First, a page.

Child, Lee - '61 Hours'
As I often write in my reviews of the Jack Reacher books, if you like them, you'll like the latest (in this case, 61 HOURS); if you don't, you won't. The novel is a typical Reacher scenario, involving a somewhat implausible set of events that only Reacher can analyse and, it is implied, solve. The pace is slow (each chapter or part-chapter ends with the phrase "n hours to go" to emphasize the seemingly interminable wait for the titular sixty-first). In the gaps between the relatively few action scenes, we learn a bit more about Reacher's seemingly uniquely tough powers and personality, including one event at the age of six, the first time his military file was "flagged". We also see him through the eyes of two women: the army commander of his old unit who has not met him but knows him by reputation; and a retired professor who is a witness in an upcoming drug trial. The sixty-first hour itself is very exciting, but unfortunately much of what has gone before is relatively tedious and over-signalled. Although Reacher is presented as being exceptionally talented, it isn't that hard for the reader to be one step ahead of him (at least) and indeed, he often sees events the wrong way round then, due to some crisis, has to revise his perspective. Nevertheless, the Reacher books are very readable page-turners, and this one is no exception.
The events of this novel are based in South Dakota in the grip of a terrible winter. At the outset, a lawyer who has been visiting a criminal client in prison loses momentary control of his car while reporting the conversation over the phone to an evil mastermind (yes, it's that sort of book). A bus approaching in the opposite direction swerves to avoid the vehicle, skids on the ice and careers down the embankment of a bridge. Inside the bus are a group of elderly folk on a tour, and Reacher, who has hitched a ride in his nomadic existence criss-crossing America.
After a few minor demonstrations of Reacher's strength, intelligence and chivalrous nature, the beleaguered travellers manage to get to the local small town despite the bitter winter, with the help of the strangely reluctant police force. Reacher soon establishes that not only are the police preparing for an external threat, but also that the town is in total lockdown owing to a community of bikers who have taken up residence at an abandoned stone building on the outskirts. The police don't know what the building is, but they are convinced that the bikers are involved in the drug trade, either manufacturing or distributing or both. One of these bikers has been observed selling drugs by a retired teacher, who is determined to give evidence against him despite threats against her life. The police have the unenviable task of both protecting the witness and having to fulfil the town's contract with the nearby large prison facility. In exchange for building the prison there, which has rescued the fragile local economy, the mayor has signed up to a contingency plan by which, if the prison's alarm siren sounds, the police have to go and take up positions on the perimeter of the prison's grounds - to a man and woman. Not a single police official must remain in the town. Hence, their current problem is how to protect their witness if the siren goes off. Holland and Peterson, the chief of police and his deputy, respectively, are convinced that the bikers and whoever is controlling the drug trade will orchestrate a prison break or other crisis in order to get the police out of the way so that someone, they do not know who, can kill the witness. The book is essentially about how they, with Reacher, attempt to deal with this problem despite being cut off from the outside world and largely immobile, owing to the weather conditions.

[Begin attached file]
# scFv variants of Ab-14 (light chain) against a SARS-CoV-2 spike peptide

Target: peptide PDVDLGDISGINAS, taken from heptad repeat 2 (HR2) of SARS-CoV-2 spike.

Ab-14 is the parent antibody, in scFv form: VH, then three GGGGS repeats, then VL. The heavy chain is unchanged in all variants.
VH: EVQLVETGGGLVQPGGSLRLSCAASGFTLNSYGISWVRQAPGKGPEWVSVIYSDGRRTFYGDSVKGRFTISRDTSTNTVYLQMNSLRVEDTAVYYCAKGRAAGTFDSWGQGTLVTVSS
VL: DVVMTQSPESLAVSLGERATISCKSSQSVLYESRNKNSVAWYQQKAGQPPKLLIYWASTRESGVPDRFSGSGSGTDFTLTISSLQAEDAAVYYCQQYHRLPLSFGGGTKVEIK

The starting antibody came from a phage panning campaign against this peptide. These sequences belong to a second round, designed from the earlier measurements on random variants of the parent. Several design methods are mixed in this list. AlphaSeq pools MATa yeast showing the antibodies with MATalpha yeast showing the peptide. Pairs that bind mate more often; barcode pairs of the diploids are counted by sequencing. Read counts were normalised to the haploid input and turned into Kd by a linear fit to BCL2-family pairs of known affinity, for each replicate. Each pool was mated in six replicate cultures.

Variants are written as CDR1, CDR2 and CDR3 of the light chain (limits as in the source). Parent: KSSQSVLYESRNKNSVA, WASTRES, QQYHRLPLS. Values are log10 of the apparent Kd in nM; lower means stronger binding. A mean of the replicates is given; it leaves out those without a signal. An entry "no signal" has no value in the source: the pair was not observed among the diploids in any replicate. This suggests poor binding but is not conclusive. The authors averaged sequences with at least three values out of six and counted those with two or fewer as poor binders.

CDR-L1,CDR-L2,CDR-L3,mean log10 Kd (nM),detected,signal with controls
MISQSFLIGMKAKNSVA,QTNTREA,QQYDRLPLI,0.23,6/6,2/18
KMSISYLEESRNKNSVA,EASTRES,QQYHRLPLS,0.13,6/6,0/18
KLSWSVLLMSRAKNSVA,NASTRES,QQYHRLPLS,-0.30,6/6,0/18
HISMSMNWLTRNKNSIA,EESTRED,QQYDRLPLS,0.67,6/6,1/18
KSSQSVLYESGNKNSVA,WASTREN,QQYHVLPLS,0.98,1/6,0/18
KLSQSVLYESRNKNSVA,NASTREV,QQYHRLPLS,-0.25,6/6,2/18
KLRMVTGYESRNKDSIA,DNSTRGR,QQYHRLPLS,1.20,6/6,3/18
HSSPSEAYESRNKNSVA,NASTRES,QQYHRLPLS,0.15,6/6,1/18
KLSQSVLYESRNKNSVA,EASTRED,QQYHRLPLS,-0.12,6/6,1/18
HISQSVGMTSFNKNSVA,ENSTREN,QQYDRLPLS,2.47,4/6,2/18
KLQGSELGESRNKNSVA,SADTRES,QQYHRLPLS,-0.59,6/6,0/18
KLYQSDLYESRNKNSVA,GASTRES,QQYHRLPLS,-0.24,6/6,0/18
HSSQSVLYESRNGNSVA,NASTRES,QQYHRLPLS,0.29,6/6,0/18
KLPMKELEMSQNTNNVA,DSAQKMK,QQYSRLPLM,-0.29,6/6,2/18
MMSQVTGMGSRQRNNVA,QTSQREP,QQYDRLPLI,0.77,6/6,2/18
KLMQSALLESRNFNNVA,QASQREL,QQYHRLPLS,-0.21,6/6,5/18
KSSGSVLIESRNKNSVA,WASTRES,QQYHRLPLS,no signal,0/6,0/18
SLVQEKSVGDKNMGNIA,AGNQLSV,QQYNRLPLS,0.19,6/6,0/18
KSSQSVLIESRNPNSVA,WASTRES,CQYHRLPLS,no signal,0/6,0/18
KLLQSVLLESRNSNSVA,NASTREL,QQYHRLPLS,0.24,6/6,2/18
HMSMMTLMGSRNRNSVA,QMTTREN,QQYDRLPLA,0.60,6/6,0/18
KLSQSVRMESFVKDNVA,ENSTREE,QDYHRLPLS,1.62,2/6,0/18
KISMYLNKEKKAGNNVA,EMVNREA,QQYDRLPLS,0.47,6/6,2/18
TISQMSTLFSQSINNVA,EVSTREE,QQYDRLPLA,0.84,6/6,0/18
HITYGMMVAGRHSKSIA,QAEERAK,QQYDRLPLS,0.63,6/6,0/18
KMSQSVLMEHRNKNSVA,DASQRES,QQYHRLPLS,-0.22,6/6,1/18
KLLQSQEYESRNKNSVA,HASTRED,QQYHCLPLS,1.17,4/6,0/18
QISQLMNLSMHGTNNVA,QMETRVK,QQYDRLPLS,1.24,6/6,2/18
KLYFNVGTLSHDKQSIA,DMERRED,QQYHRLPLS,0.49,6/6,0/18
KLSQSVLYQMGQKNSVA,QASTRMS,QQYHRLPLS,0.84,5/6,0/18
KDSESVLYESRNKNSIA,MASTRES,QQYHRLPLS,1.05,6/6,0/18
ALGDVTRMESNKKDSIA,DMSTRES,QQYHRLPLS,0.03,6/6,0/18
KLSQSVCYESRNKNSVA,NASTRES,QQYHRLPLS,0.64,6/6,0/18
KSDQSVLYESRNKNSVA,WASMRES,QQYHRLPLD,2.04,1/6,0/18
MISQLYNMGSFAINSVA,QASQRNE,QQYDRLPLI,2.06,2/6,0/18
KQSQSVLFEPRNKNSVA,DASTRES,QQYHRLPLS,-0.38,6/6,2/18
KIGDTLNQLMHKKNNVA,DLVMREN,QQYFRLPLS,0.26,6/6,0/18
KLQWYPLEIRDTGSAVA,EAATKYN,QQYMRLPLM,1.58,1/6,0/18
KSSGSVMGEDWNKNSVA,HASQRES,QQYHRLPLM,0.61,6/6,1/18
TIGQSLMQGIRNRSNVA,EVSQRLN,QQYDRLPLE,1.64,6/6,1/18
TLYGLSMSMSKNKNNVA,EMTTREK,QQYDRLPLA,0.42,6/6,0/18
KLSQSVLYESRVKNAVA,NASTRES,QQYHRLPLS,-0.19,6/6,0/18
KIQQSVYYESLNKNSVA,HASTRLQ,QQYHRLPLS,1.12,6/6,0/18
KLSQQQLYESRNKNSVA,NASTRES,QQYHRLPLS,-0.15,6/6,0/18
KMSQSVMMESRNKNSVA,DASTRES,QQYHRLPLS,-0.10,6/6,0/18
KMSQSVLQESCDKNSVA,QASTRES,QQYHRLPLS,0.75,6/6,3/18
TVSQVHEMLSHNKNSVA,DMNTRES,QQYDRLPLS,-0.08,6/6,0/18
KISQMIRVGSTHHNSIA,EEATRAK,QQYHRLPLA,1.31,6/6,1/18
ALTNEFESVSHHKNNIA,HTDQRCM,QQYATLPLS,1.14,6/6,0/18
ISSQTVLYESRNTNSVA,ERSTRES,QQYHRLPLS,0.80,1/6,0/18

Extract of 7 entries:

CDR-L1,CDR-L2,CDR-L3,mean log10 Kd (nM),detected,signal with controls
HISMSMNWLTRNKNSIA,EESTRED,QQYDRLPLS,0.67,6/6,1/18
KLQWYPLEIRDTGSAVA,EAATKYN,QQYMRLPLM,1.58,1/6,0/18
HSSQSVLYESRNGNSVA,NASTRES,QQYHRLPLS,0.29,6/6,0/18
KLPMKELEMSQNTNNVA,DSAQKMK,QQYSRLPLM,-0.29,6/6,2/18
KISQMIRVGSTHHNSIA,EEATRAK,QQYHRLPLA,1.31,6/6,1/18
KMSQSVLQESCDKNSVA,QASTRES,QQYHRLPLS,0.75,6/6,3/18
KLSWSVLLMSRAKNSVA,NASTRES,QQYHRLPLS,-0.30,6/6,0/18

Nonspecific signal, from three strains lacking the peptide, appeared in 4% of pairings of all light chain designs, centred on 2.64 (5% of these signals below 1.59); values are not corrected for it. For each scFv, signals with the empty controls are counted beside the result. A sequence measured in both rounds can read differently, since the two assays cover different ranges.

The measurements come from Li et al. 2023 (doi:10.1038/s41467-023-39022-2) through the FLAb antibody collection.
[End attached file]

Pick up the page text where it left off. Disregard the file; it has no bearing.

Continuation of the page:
There are, of course, many good things about this book. Lee Child is an internationally bestselling author and not without reason. His novels are written in an easy style that slip down with little effort. Reacher is an attractive character and his byplay with both women in this book is engaging. (If he survives this novel, which the author does not reveal, a meeting with the army commander has been set up as a probable next stop in his travels.) The minute details which are described throughout the novel are interesting in themselves, even if they do add up to rather a slow plot with a far-too-clearly signalled villain. I was impressed by the descriptions of what it feels like to live in an environment where it is so bitterly cold all the time. The ending of the book is thrilling. In summary, if you are prepared to accept the somewhat preposterous premises (there are several of them) of this novel, there's much to enjoy in it on a relaxing level. If, however, you set out to destroy its logic and common-sense, you won't find it difficult.
Maxine Clarke, England